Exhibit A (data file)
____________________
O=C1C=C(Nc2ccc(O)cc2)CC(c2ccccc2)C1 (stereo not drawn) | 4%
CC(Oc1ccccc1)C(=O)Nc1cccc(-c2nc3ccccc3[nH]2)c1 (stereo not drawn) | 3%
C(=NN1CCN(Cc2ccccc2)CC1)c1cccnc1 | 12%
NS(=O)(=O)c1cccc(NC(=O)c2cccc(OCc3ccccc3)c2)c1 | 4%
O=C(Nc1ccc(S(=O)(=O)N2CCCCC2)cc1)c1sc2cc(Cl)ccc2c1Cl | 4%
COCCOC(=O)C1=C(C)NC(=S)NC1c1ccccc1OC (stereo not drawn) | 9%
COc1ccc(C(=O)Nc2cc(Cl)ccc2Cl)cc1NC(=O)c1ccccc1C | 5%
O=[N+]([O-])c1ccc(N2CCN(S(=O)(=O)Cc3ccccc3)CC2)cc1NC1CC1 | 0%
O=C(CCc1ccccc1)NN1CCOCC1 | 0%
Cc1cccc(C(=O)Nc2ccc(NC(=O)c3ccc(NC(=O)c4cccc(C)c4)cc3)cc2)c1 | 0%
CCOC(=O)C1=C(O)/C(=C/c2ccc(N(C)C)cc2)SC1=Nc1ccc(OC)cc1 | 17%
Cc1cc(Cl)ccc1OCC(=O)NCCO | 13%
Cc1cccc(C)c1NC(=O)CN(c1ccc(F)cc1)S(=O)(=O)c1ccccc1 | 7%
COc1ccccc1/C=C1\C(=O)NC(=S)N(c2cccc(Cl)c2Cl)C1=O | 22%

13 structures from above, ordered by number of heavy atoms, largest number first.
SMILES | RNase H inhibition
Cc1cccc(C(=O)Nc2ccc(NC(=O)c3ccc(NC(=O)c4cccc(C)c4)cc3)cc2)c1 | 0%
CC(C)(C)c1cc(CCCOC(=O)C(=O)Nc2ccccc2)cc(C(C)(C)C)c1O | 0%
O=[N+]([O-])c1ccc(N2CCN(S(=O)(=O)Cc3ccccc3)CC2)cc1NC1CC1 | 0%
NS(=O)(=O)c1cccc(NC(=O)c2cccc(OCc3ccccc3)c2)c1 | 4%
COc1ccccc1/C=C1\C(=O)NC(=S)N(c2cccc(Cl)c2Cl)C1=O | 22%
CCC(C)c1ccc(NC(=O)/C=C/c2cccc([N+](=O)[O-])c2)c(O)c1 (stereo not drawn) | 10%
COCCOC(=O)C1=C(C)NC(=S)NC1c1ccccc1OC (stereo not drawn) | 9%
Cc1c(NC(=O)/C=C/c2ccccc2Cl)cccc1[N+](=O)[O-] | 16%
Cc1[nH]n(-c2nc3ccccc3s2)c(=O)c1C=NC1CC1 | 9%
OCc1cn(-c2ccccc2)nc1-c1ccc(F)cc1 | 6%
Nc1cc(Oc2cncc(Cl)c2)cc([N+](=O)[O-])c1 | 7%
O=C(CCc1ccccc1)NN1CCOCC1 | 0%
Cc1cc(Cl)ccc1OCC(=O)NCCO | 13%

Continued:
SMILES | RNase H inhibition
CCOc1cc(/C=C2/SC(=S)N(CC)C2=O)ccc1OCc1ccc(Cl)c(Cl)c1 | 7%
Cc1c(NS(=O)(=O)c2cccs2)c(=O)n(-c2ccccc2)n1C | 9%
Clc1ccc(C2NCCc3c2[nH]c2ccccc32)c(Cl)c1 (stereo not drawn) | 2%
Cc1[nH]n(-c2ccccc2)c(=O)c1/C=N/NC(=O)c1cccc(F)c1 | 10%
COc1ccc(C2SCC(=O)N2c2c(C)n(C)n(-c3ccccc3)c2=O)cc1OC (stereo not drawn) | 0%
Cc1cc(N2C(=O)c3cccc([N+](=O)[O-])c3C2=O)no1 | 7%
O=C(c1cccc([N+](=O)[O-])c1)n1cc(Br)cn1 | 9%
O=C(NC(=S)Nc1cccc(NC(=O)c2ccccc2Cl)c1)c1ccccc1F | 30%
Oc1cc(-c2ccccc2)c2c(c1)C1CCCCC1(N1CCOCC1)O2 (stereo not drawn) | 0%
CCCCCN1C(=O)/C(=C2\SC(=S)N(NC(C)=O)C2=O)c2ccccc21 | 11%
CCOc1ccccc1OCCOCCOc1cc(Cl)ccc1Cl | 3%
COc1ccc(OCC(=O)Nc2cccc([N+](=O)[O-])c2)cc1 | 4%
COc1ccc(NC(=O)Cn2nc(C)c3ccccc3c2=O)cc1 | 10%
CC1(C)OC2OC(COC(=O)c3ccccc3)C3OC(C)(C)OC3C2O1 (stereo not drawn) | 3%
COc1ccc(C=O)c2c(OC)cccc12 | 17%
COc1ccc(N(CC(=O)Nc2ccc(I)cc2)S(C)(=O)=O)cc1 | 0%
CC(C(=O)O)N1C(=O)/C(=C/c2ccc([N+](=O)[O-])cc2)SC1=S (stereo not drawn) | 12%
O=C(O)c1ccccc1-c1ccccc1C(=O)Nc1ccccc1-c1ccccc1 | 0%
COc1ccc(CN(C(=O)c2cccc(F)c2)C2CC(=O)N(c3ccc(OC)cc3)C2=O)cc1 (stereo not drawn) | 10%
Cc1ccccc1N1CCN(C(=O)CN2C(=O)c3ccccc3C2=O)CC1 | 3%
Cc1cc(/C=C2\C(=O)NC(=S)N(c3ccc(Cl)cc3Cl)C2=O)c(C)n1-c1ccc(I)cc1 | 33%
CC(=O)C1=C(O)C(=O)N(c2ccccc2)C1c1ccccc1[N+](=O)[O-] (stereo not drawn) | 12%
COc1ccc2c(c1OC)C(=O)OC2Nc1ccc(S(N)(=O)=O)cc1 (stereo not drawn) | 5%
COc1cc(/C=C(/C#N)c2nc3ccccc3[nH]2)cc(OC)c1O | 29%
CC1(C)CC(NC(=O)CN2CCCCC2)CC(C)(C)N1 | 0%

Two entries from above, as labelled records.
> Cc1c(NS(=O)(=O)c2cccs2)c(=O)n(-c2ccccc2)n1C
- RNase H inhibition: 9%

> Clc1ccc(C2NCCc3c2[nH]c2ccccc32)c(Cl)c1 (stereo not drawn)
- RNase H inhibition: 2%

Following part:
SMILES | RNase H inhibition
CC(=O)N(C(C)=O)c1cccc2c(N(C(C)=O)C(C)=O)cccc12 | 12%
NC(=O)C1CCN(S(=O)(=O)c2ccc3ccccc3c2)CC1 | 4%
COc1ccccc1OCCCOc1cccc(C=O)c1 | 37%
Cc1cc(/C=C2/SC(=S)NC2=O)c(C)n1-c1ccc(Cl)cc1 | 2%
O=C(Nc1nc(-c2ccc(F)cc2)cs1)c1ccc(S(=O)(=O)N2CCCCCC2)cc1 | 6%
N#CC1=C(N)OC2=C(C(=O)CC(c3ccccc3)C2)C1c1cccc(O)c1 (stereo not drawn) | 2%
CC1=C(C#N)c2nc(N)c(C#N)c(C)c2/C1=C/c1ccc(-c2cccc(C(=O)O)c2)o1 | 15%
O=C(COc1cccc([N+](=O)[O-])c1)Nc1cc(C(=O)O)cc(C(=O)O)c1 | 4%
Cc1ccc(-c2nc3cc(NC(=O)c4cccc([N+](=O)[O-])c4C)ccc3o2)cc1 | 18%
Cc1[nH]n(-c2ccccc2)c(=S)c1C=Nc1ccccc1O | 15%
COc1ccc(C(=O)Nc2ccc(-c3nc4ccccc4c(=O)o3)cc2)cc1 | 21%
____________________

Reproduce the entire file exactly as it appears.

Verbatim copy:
O=C1C=C(Nc2ccc(O)cc2)CC(c2ccccc2)C1 (stereo not drawn) | 4%
CC(Oc1ccccc1)C(=O)Nc1cccc(-c2nc3ccccc3[nH]2)c1 (stereo not drawn) | 3%
C(=NN1CCN(Cc2ccccc2)CC1)c1cccnc1 | 12%
NS(=O)(=O)c1cccc(NC(=O)c2cccc(OCc3ccccc3)c2)c1 | 4%
O=C(Nc1ccc(S(=O)(=O)N2CCCCC2)cc1)c1sc2cc(Cl)ccc2c1Cl | 4%
COCCOC(=O)C1=C(C)NC(=S)NC1c1ccccc1OC (stereo not drawn) | 9%
COc1ccc(C(=O)Nc2cc(Cl)ccc2Cl)cc1NC(=O)c1ccccc1C | 5%
O=[N+]([O-])c1ccc(N2CCN(S(=O)(=O)Cc3ccccc3)CC2)cc1NC1CC1 | 0%
O=C(CCc1ccccc1)NN1CCOCC1 | 0%
Cc1cccc(C(=O)Nc2ccc(NC(=O)c3ccc(NC(=O)c4cccc(C)c4)cc3)cc2)c1 | 0%
CCOC(=O)C1=C(O)/C(=C/c2ccc(N(C)C)cc2)SC1=Nc1ccc(OC)cc1 | 17%
Cc1cc(Cl)ccc1OCC(=O)NCCO | 13%
Cc1cccc(C)c1NC(=O)CN(c1ccc(F)cc1)S(=O)(=O)c1ccccc1 | 7%
COc1ccccc1/C=C1\C(=O)NC(=S)N(c2cccc(Cl)c2Cl)C1=O | 22%

13 structures from above, ordered by number of heavy atoms, largest number first.
SMILES | RNase H inhibition
Cc1cccc(C(=O)Nc2ccc(NC(=O)c3ccc(NC(=O)c4cccc(C)c4)cc3)cc2)c1 | 0%
CC(C)(C)c1cc(CCCOC(=O)C(=O)Nc2ccccc2)cc(C(C)(C)C)c1O | 0%
O=[N+]([O-])c1ccc(N2CCN(S(=O)(=O)Cc3ccccc3)CC2)cc1NC1CC1 | 0%
NS(=O)(=O)c1cccc(NC(=O)c2cccc(OCc3ccccc3)c2)c1 | 4%
COc1ccccc1/C=C1\C(=O)NC(=S)N(c2cccc(Cl)c2Cl)C1=O | 22%
CCC(C)c1ccc(NC(=O)/C=C/c2cccc([N+](=O)[O-])c2)c(O)c1 (stereo not drawn) | 10%
COCCOC(=O)C1=C(C)NC(=S)NC1c1ccccc1OC (stereo not drawn) | 9%
Cc1c(NC(=O)/C=C/c2ccccc2Cl)cccc1[N+](=O)[O-] | 16%
Cc1[nH]n(-c2nc3ccccc3s2)c(=O)c1C=NC1CC1 | 9%
OCc1cn(-c2ccccc2)nc1-c1ccc(F)cc1 | 6%
Nc1cc(Oc2cncc(Cl)c2)cc([N+](=O)[O-])c1 | 7%
O=C(CCc1ccccc1)NN1CCOCC1 | 0%
Cc1cc(Cl)ccc1OCC(=O)NCCO | 13%

Continued:
SMILES | RNase H inhibition
CCOc1cc(/C=C2/SC(=S)N(CC)C2=O)ccc1OCc1ccc(Cl)c(Cl)c1 | 7%
Cc1c(NS(=O)(=O)c2cccs2)c(=O)n(-c2ccccc2)n1C | 9%
Clc1ccc(C2NCCc3c2[nH]c2ccccc32)c(Cl)c1 (stereo not drawn) | 2%
Cc1[nH]n(-c2ccccc2)c(=O)c1/C=N/NC(=O)c1cccc(F)c1 | 10%
COc1ccc(C2SCC(=O)N2c2c(C)n(C)n(-c3ccccc3)c2=O)cc1OC (stereo not drawn) | 0%
Cc1cc(N2C(=O)c3cccc([N+](=O)[O-])c3C2=O)no1 | 7%
O=C(c1cccc([N+](=O)[O-])c1)n1cc(Br)cn1 | 9%
O=C(NC(=S)Nc1cccc(NC(=O)c2ccccc2Cl)c1)c1ccccc1F | 30%
Oc1cc(-c2ccccc2)c2c(c1)C1CCCCC1(N1CCOCC1)O2 (stereo not drawn) | 0%
CCCCCN1C(=O)/C(=C2\SC(=S)N(NC(C)=O)C2=O)c2ccccc21 | 11%
CCOc1ccccc1OCCOCCOc1cc(Cl)ccc1Cl | 3%
COc1ccc(OCC(=O)Nc2cccc([N+](=O)[O-])c2)cc1 | 4%
COc1ccc(NC(=O)Cn2nc(C)c3ccccc3c2=O)cc1 | 10%
CC1(C)OC2OC(COC(=O)c3ccccc3)C3OC(C)(C)OC3C2O1 (stereo not drawn) | 3%
COc1ccc(C=O)c2c(OC)cccc12 | 17%
COc1ccc(N(CC(=O)Nc2ccc(I)cc2)S(C)(=O)=O)cc1 | 0%
CC(C(=O)O)N1C(=O)/C(=C/c2ccc([N+](=O)[O-])cc2)SC1=S (stereo not drawn) | 12%
O=C(O)c1ccccc1-c1ccccc1C(=O)Nc1ccccc1-c1ccccc1 | 0%
COc1ccc(CN(C(=O)c2cccc(F)c2)C2CC(=O)N(c3ccc(OC)cc3)C2=O)cc1 (stereo not drawn) | 10%
Cc1ccccc1N1CCN(C(=O)CN2C(=O)c3ccccc3C2=O)CC1 | 3%
Cc1cc(/C=C2\C(=O)NC(=S)N(c3ccc(Cl)cc3Cl)C2=O)c(C)n1-c1ccc(I)cc1 | 33%
CC(=O)C1=C(O)C(=O)N(c2ccccc2)C1c1ccccc1[N+](=O)[O-] (stereo not drawn) | 12%
COc1ccc2c(c1OC)C(=O)OC2Nc1ccc(S(N)(=O)=O)cc1 (stereo not drawn) | 5%
COc1cc(/C=C(/C#N)c2nc3ccccc3[nH]2)cc(OC)c1O | 29%
CC1(C)CC(NC(=O)CN2CCCCC2)CC(C)(C)N1 | 0%

Two entries from above, as labelled records.
> Cc1c(NS(=O)(=O)c2cccs2)c(=O)n(-c2ccccc2)n1C
- RNase H inhibition: 9%

> Clc1ccc(C2NCCc3c2[nH]c2ccccc32)c(Cl)c1 (stereo not drawn)
- RNase H inhibition: 2%

Following part:
SMILES | RNase H inhibition
CC(=O)N(C(C)=O)c1cccc2c(N(C(C)=O)C(C)=O)cccc12 | 12%
NC(=O)C1CCN(S(=O)(=O)c2ccc3ccccc3c2)CC1 | 4%
COc1ccccc1OCCCOc1cccc(C=O)c1 | 37%
Cc1cc(/C=C2/SC(=S)NC2=O)c(C)n1-c1ccc(Cl)cc1 | 2%
O=C(Nc1nc(-c2ccc(F)cc2)cs1)c1ccc(S(=O)(=O)N2CCCCCC2)cc1 | 6%
N#CC1=C(N)OC2=C(C(=O)CC(c3ccccc3)C2)C1c1cccc(O)c1 (stereo not drawn) | 2%
CC1=C(C#N)c2nc(N)c(C#N)c(C)c2/C1=C/c1ccc(-c2cccc(C(=O)O)c2)o1 | 15%
O=C(COc1cccc([N+](=O)[O-])c1)Nc1cc(C(=O)O)cc(C(=O)O)c1 | 4%
Cc1ccc(-c2nc3cc(NC(=O)c4cccc([N+](=O)[O-])c4C)ccc3o2)cc1 | 18%
Cc1[nH]n(-c2ccccc2)c(=S)c1C=Nc1ccccc1O | 15%
COc1ccc(C(=O)Nc2ccc(-c3nc4ccccc4c(=O)o3)cc2)cc1 | 21%